Craft boxes come in all kinds of sizes and shapes, and they're simple to make. In fact, you don't need any nails or screws to hold them together; for they can be glued together with carpenter’s glue. After the box is finished and decorated, your new creation can be used to hold cigars, jewelry or odds and ends.
Very thin wood is required for this task. A 1/4 or 3/8 thickness is ideal, but a 1/2-inch board can also be used. The type of wood varies widely. I have found 1/4 inch poplar wood available in craft stores, and I have also gone directly to a wood supplier and had the wood cut and planed to my specifications. A board that is 3 to 5 inches wide works best. Length can vary.
Make your basic box. First, cut your width. If you want your box to be 6 inches wide, cut two pieces at exactly 6 inches in length. Then cut the length of the box. If you want your box to be 8 inches long, you will have to make the cuts at 7 1/2 inches (that allows for 1/4 inch thickness at each end). This should give you a box that has an outside dimension of 6 X 8 inches.
Put the box together. Set all four pieces on a flat surface. Stand all four pieces on their side, apply the glue and push the pieces together. Let the glue dry.
Make four corner braces for the box. Cut four triangular pieces from your wood stock. The two sides of the triangle should be the same measurement as the width of your wood. All your wood stock that you have used so far needs to be of the same width. This same width will also be the height of your craft box. Once your four pieces are cut, you can glue one of the pieces to each corner. They should go on the outside length of the box. One side of the triangular piece should line up with the corner and the other side should line up with the bottom of your box. The long diagonal side of the corner brace will make a line across the outside surface of the box. Let the box dry, and now your box will start to feel strong.
Make the bottom of the box. This includes two parts--the actual bottom, which goes inside the box, and the foot, which goes underneath the box. The wood for this part of the project can be of a different width. In fact, sometimes the variation in width makes for a more attractive product. First, cut two pieces of perfect length to fit between the two sides. In a 6-by-8 box, you could cut two pieces at exactly 5 1/2 inches. (I would cut and fit instead of making an actual measurement. To do this, cut one end square and place the cut end underneath the box so the end of the piece butts up against the side of the box. Now take a pencil and score a line where the other edge of the box crosses the piece that rests underneath it.) Cut two pieces in this manner and fit them inside the box as if they were part of the bottom. Note that they go between the sides and not actually underneath. Cut a third piece to fill the remaining space in the bottom of the box. First cut to length and then cut to width. Now all three pieces should fit into the bottom without any gaps showing. Pull out one piece at a time, add some glue to all four edges and reinsert it in the bottom. Do this to all three pieces and now you have your bottom. You can now add one piece of wood to the bottom to act like a small foot. It will only raise the box 1/4 inch off the surface, but it makes for a more interesting finished product. The foot piece should be an inch shorter than the overall length of the box and it can simply glued to the bottom, dead center.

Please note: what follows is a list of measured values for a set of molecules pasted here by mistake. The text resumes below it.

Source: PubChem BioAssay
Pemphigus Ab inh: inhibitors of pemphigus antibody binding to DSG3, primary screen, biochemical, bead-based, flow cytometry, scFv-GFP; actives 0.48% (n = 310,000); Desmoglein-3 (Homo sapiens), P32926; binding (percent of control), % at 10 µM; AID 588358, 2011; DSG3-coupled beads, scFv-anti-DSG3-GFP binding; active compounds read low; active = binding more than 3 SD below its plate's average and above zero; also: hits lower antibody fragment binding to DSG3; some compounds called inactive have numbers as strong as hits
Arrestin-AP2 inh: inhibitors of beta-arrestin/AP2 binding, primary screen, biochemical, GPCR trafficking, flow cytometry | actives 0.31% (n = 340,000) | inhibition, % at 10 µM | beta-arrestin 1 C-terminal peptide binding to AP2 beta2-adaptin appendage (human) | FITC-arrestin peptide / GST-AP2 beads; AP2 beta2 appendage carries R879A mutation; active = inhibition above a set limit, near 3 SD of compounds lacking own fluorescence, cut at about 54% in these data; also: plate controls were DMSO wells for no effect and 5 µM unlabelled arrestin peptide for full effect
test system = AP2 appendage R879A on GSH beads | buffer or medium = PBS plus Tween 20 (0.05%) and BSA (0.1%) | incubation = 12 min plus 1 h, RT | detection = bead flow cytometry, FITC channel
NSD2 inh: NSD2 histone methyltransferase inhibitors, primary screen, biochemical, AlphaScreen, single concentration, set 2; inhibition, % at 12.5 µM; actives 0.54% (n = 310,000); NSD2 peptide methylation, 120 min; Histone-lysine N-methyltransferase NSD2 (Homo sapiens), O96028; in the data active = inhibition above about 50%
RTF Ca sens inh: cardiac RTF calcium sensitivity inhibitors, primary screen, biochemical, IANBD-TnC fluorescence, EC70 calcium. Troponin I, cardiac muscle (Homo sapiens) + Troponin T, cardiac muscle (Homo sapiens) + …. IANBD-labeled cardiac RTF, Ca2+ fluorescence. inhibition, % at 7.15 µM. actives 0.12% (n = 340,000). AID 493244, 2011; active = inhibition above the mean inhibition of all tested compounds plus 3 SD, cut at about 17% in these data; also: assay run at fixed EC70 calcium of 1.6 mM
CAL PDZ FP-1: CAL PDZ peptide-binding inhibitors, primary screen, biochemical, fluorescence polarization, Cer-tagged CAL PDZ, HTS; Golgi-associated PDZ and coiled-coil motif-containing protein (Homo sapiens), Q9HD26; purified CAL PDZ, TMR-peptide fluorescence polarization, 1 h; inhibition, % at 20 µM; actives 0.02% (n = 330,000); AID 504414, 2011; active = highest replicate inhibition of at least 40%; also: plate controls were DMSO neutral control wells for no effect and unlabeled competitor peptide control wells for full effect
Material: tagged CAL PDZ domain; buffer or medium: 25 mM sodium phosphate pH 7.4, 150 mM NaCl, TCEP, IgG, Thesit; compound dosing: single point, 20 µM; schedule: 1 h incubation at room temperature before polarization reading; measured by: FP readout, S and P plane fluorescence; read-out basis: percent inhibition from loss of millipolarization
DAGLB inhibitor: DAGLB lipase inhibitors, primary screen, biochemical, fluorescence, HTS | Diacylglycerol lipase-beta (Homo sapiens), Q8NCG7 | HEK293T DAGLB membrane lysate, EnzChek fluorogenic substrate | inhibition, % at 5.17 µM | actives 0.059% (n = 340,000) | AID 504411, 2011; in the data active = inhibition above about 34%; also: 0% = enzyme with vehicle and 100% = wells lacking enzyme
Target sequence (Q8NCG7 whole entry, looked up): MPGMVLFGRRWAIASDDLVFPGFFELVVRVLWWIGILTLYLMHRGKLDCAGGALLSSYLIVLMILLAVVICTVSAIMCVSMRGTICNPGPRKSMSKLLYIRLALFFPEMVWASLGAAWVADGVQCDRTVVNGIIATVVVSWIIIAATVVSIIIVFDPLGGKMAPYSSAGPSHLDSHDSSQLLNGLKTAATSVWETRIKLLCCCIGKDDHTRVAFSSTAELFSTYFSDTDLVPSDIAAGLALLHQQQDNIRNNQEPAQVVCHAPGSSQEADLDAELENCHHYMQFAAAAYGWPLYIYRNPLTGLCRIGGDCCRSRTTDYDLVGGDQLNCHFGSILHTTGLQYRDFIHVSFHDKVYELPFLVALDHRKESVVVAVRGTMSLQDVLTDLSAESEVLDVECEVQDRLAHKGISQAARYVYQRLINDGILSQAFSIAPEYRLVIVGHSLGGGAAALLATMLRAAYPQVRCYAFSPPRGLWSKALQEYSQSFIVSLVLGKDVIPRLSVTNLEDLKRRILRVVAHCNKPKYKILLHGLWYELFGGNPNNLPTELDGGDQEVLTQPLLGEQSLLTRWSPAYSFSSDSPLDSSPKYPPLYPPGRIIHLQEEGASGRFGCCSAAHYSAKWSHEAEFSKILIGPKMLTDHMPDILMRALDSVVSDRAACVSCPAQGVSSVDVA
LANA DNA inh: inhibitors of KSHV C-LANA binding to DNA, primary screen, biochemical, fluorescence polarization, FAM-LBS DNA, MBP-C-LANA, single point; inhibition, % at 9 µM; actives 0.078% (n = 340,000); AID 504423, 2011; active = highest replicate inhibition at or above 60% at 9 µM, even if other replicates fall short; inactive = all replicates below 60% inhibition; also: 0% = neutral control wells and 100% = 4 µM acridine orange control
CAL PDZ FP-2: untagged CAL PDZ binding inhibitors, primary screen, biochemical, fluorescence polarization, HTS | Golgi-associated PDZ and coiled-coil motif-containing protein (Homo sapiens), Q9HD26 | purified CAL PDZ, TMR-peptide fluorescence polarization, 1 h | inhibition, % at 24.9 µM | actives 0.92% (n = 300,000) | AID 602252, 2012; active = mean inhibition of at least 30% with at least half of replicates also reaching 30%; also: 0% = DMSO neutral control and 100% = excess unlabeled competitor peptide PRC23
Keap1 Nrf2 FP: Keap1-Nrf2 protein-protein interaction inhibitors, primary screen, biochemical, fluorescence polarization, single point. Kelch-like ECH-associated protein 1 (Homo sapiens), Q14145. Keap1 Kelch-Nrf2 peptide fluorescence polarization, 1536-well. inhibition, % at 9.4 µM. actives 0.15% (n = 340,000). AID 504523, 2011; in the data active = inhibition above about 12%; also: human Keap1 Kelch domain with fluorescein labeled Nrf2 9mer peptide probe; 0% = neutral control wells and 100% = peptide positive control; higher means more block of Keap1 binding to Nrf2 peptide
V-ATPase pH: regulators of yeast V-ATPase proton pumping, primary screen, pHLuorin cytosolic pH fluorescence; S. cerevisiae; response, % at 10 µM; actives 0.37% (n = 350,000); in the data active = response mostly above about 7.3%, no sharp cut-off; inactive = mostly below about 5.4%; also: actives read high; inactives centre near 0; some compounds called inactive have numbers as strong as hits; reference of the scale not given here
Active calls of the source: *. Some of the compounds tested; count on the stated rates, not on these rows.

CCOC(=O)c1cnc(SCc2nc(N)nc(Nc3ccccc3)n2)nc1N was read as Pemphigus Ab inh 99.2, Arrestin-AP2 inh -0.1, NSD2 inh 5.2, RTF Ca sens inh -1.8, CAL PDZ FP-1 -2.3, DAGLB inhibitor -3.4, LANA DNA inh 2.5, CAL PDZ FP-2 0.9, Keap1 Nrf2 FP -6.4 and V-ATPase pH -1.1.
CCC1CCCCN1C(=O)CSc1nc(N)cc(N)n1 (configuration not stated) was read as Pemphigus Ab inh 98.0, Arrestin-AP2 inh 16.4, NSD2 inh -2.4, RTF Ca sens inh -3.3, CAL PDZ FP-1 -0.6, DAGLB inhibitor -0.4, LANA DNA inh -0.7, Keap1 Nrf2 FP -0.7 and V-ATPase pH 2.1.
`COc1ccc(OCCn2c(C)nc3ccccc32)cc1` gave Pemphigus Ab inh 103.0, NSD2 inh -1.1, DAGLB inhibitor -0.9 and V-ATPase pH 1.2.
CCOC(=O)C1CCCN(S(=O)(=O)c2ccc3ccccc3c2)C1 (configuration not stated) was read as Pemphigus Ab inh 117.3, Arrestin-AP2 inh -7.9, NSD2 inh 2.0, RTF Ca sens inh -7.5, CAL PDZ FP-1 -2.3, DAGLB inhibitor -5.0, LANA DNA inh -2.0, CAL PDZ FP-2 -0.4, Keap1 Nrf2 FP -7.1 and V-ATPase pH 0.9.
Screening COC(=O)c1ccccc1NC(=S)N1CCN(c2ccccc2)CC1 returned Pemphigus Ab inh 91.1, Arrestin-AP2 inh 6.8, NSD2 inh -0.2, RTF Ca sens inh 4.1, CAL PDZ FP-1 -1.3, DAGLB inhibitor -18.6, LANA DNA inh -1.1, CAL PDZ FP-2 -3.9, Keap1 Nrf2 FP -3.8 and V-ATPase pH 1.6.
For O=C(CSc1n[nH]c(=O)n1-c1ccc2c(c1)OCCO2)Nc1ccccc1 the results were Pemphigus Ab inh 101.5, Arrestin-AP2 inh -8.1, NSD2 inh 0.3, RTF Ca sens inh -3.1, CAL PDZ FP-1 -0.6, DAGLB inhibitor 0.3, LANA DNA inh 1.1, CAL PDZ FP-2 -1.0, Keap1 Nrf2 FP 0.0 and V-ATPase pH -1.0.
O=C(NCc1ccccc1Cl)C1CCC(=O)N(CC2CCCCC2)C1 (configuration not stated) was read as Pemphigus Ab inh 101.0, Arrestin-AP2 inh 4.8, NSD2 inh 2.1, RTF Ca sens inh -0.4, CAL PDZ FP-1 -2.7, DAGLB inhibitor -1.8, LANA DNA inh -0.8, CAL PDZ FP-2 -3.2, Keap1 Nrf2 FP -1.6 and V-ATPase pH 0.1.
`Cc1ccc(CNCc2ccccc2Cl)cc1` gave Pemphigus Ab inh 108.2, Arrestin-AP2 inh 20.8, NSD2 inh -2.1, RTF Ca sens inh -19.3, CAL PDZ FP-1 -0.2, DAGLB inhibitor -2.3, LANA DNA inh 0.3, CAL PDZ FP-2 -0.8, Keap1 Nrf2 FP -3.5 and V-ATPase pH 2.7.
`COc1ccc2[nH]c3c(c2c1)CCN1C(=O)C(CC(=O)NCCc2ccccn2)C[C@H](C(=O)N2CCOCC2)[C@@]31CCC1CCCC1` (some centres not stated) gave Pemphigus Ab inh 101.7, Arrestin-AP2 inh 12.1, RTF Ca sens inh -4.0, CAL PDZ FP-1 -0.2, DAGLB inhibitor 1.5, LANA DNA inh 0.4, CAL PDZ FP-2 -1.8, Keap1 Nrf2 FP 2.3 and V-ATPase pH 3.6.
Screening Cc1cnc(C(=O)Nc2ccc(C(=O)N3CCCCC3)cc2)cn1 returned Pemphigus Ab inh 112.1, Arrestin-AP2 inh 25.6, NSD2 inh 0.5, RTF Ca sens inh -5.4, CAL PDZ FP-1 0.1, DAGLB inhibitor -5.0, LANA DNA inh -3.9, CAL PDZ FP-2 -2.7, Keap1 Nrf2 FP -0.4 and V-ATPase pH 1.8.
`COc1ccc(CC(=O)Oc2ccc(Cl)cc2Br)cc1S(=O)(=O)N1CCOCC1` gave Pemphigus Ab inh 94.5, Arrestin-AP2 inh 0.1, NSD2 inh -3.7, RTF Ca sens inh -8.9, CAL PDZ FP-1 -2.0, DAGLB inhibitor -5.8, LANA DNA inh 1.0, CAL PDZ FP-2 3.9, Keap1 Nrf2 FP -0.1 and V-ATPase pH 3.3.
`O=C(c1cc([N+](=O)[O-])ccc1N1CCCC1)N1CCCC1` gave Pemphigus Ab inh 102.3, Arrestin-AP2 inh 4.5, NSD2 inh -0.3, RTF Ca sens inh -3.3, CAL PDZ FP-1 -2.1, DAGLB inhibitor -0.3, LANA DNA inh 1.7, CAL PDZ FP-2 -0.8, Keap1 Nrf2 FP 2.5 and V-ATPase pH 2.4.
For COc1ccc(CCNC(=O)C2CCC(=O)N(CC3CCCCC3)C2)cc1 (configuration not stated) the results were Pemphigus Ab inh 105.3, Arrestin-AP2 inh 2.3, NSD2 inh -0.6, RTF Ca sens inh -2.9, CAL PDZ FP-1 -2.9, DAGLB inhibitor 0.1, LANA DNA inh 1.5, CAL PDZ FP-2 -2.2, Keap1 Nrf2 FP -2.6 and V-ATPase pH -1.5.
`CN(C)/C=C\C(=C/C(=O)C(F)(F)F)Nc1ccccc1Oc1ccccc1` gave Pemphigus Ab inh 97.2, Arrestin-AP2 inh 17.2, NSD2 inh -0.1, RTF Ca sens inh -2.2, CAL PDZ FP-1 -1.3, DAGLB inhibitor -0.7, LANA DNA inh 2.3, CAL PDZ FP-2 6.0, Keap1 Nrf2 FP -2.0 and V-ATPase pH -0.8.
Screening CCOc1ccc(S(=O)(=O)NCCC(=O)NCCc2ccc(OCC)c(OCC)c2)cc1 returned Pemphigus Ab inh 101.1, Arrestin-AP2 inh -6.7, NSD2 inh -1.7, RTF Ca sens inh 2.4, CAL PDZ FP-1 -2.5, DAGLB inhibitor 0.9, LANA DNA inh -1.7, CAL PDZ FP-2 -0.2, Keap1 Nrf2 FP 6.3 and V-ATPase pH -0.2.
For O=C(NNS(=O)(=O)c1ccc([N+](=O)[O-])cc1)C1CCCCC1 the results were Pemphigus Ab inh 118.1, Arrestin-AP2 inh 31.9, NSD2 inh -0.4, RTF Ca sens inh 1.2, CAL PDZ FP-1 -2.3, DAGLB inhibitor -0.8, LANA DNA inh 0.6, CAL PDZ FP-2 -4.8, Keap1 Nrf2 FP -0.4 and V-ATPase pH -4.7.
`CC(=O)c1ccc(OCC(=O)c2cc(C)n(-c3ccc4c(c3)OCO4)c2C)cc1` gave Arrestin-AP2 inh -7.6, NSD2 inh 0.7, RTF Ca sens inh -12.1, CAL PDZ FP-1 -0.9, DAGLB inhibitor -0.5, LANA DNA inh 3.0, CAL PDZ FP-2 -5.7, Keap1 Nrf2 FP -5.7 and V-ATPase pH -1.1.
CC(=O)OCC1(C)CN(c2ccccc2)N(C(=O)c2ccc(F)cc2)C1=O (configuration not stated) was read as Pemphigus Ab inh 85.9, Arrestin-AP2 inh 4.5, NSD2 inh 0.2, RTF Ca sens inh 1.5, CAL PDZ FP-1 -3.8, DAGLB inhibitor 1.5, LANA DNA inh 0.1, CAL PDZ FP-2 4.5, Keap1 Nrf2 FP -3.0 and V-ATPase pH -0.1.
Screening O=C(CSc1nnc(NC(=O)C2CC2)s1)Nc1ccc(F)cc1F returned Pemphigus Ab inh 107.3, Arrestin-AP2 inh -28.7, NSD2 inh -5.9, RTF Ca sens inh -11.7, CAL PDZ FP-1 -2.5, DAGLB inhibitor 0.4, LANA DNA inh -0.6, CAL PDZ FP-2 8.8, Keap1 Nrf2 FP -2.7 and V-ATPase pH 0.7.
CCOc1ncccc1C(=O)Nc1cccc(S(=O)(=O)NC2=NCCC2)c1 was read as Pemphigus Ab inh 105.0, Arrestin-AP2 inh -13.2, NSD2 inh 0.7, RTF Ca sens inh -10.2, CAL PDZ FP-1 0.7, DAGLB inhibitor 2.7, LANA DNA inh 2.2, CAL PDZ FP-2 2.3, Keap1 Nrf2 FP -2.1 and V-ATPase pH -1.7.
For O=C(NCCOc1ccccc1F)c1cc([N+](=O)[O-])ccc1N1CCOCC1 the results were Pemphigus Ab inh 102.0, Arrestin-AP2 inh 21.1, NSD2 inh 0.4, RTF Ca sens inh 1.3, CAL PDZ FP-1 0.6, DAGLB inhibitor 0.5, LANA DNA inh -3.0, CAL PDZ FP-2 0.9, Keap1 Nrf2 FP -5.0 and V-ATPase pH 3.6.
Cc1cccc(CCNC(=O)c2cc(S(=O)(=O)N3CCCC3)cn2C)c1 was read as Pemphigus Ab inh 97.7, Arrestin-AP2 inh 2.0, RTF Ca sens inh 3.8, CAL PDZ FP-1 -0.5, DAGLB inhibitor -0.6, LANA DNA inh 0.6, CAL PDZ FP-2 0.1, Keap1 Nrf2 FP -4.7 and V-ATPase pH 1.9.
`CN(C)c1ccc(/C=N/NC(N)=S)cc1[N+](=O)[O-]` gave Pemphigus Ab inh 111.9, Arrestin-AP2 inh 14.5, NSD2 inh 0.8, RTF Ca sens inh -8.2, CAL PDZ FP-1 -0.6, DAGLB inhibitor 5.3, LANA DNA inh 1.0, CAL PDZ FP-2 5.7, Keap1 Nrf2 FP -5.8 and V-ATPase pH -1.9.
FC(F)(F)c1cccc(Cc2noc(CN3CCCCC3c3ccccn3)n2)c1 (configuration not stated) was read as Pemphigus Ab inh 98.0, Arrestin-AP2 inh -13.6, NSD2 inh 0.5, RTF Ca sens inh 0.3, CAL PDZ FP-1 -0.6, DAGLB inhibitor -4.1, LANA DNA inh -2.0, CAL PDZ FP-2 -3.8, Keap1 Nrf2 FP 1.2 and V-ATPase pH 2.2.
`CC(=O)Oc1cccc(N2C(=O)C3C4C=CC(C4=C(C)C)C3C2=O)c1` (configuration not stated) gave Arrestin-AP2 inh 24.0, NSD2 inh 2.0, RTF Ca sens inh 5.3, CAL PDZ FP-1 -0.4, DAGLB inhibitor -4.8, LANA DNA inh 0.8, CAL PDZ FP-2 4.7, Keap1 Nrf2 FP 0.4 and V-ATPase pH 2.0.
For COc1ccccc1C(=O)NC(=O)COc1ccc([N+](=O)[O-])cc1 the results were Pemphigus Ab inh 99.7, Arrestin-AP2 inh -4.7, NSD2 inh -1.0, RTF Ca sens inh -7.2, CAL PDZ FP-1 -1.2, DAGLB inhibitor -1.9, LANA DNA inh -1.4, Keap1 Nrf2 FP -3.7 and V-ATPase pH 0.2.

Make the top of the box. The top piece will sit on top of the original square frame that you made in Step 3. It will most likely look better if you cut the boards lengthwise. First, cut two pieces of equal length and place them on top of the box. Mark the underside edge with a pencil and then cut each piece along the length of the board so that you have an exact fit. Now your two boards should cover the top of the box perfectly. (If you need three boards to cover the top, cut the middle board last.) Now cut two boards to the exact length of 5 3/8 inches. (This would be for a box that is 6 inches wide.) Attach each board to the back of the top piece, leaving a 3/16-inch margin on three sides. Clamp and glue these boards to the underside of the top piece so that the 3/16-inch margin doesn’t change once the glue is dry. Now run a board right down the middle of the underside of the top piece, so that it fills the gap between the two pieces that have been clamped and glued. Insert a small cabinet door knob (they can be purchased at the hardware store and installed by simply drilling a hole in the center of the top piece) and the construction phase of making the box is complete.
Lightly sand the box.
Decorate your box. You can paint or apply a finish to the outside and perhaps line the inside with a fancy material.